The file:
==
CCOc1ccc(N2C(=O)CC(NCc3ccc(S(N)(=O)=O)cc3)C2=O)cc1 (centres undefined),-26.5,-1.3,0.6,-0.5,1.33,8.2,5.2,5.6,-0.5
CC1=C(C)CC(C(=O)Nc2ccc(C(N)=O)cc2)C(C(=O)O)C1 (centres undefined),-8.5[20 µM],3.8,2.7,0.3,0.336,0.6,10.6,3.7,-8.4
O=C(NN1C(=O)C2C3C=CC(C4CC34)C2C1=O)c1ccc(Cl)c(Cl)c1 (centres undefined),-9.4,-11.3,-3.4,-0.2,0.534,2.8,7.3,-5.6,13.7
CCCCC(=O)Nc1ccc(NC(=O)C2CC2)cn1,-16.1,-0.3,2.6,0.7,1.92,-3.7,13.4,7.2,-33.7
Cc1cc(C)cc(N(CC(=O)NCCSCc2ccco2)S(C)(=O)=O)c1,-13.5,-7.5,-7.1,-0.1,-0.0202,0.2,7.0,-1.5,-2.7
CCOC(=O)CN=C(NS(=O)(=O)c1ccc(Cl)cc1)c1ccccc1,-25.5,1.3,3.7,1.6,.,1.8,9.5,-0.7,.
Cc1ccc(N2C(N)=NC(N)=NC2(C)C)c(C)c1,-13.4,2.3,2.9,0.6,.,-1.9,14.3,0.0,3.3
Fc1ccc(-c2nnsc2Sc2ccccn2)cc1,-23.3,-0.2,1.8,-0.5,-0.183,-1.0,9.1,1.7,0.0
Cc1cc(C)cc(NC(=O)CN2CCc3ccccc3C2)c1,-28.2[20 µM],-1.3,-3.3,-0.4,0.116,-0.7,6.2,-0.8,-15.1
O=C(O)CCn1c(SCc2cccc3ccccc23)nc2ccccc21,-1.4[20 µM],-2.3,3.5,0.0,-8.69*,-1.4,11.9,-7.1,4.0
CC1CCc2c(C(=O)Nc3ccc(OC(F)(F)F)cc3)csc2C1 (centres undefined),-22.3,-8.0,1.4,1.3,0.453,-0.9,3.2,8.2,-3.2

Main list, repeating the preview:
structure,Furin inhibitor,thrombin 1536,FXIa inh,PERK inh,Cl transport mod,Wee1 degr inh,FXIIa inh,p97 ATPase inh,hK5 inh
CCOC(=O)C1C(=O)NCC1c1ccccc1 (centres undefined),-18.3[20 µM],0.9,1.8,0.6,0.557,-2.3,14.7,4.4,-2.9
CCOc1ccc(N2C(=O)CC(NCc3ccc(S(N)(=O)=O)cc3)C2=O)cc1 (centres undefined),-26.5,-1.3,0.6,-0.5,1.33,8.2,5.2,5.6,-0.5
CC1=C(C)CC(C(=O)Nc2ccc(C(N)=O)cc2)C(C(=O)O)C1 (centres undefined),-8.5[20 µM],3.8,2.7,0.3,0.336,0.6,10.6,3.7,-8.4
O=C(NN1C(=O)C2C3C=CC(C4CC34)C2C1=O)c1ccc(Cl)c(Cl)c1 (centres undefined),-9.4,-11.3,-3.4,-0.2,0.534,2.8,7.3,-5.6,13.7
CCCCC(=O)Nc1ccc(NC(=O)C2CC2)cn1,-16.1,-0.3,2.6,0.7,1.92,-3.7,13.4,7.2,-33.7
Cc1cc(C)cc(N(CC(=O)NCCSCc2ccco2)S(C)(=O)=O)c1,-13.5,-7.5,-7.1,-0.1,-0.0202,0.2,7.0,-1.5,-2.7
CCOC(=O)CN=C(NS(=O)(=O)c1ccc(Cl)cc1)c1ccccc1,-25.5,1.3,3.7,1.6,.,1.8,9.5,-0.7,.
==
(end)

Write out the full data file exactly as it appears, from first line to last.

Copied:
CCOc1ccc(N2C(=O)CC(NCc3ccc(S(N)(=O)=O)cc3)C2=O)cc1 (centres undefined),-26.5,-1.3,0.6,-0.5,1.33,8.2,5.2,5.6,-0.5
CC1=C(C)CC(C(=O)Nc2ccc(C(N)=O)cc2)C(C(=O)O)C1 (centres undefined),-8.5[20 µM],3.8,2.7,0.3,0.336,0.6,10.6,3.7,-8.4
O=C(NN1C(=O)C2C3C=CC(C4CC34)C2C1=O)c1ccc(Cl)c(Cl)c1 (centres undefined),-9.4,-11.3,-3.4,-0.2,0.534,2.8,7.3,-5.6,13.7
CCCCC(=O)Nc1ccc(NC(=O)C2CC2)cn1,-16.1,-0.3,2.6,0.7,1.92,-3.7,13.4,7.2,-33.7
Cc1cc(C)cc(N(CC(=O)NCCSCc2ccco2)S(C)(=O)=O)c1,-13.5,-7.5,-7.1,-0.1,-0.0202,0.2,7.0,-1.5,-2.7
CCOC(=O)CN=C(NS(=O)(=O)c1ccc(Cl)cc1)c1ccccc1,-25.5,1.3,3.7,1.6,.,1.8,9.5,-0.7,.
Cc1ccc(N2C(N)=NC(N)=NC2(C)C)c(C)c1,-13.4,2.3,2.9,0.6,.,-1.9,14.3,0.0,3.3
Fc1ccc(-c2nnsc2Sc2ccccn2)cc1,-23.3,-0.2,1.8,-0.5,-0.183,-1.0,9.1,1.7,0.0
Cc1cc(C)cc(NC(=O)CN2CCc3ccccc3C2)c1,-28.2[20 µM],-1.3,-3.3,-0.4,0.116,-0.7,6.2,-0.8,-15.1
O=C(O)CCn1c(SCc2cccc3ccccc23)nc2ccccc21,-1.4[20 µM],-2.3,3.5,0.0,-8.69*,-1.4,11.9,-7.1,4.0
CC1CCc2c(C(=O)Nc3ccc(OC(F)(F)F)cc3)csc2C1 (centres undefined),-22.3,-8.0,1.4,1.3,0.453,-0.9,3.2,8.2,-3.2

Main list, repeating the preview:
structure,Furin inhibitor,thrombin 1536,FXIa inh,PERK inh,Cl transport mod,Wee1 degr inh,FXIIa inh,p97 ATPase inh,hK5 inh
CCOC(=O)C1C(=O)NCC1c1ccccc1 (centres undefined),-18.3[20 µM],0.9,1.8,0.6,0.557,-2.3,14.7,4.4,-2.9
CCOc1ccc(N2C(=O)CC(NCc3ccc(S(N)(=O)=O)cc3)C2=O)cc1 (centres undefined),-26.5,-1.3,0.6,-0.5,1.33,8.2,5.2,5.6,-0.5
CC1=C(C)CC(C(=O)Nc2ccc(C(N)=O)cc2)C(C(=O)O)C1 (centres undefined),-8.5[20 µM],3.8,2.7,0.3,0.336,0.6,10.6,3.7,-8.4
O=C(NN1C(=O)C2C3C=CC(C4CC34)C2C1=O)c1ccc(Cl)c(Cl)c1 (centres undefined),-9.4,-11.3,-3.4,-0.2,0.534,2.8,7.3,-5.6,13.7
CCCCC(=O)Nc1ccc(NC(=O)C2CC2)cn1,-16.1,-0.3,2.6,0.7,1.92,-3.7,13.4,7.2,-33.7
Cc1cc(C)cc(N(CC(=O)NCCSCc2ccco2)S(C)(=O)=O)c1,-13.5,-7.5,-7.1,-0.1,-0.0202,0.2,7.0,-1.5,-2.7
CCOC(=O)CN=C(NS(=O)(=O)c1ccc(Cl)cc1)c1ccccc1,-25.5,1.3,3.7,1.6,.,1.8,9.5,-0.7,.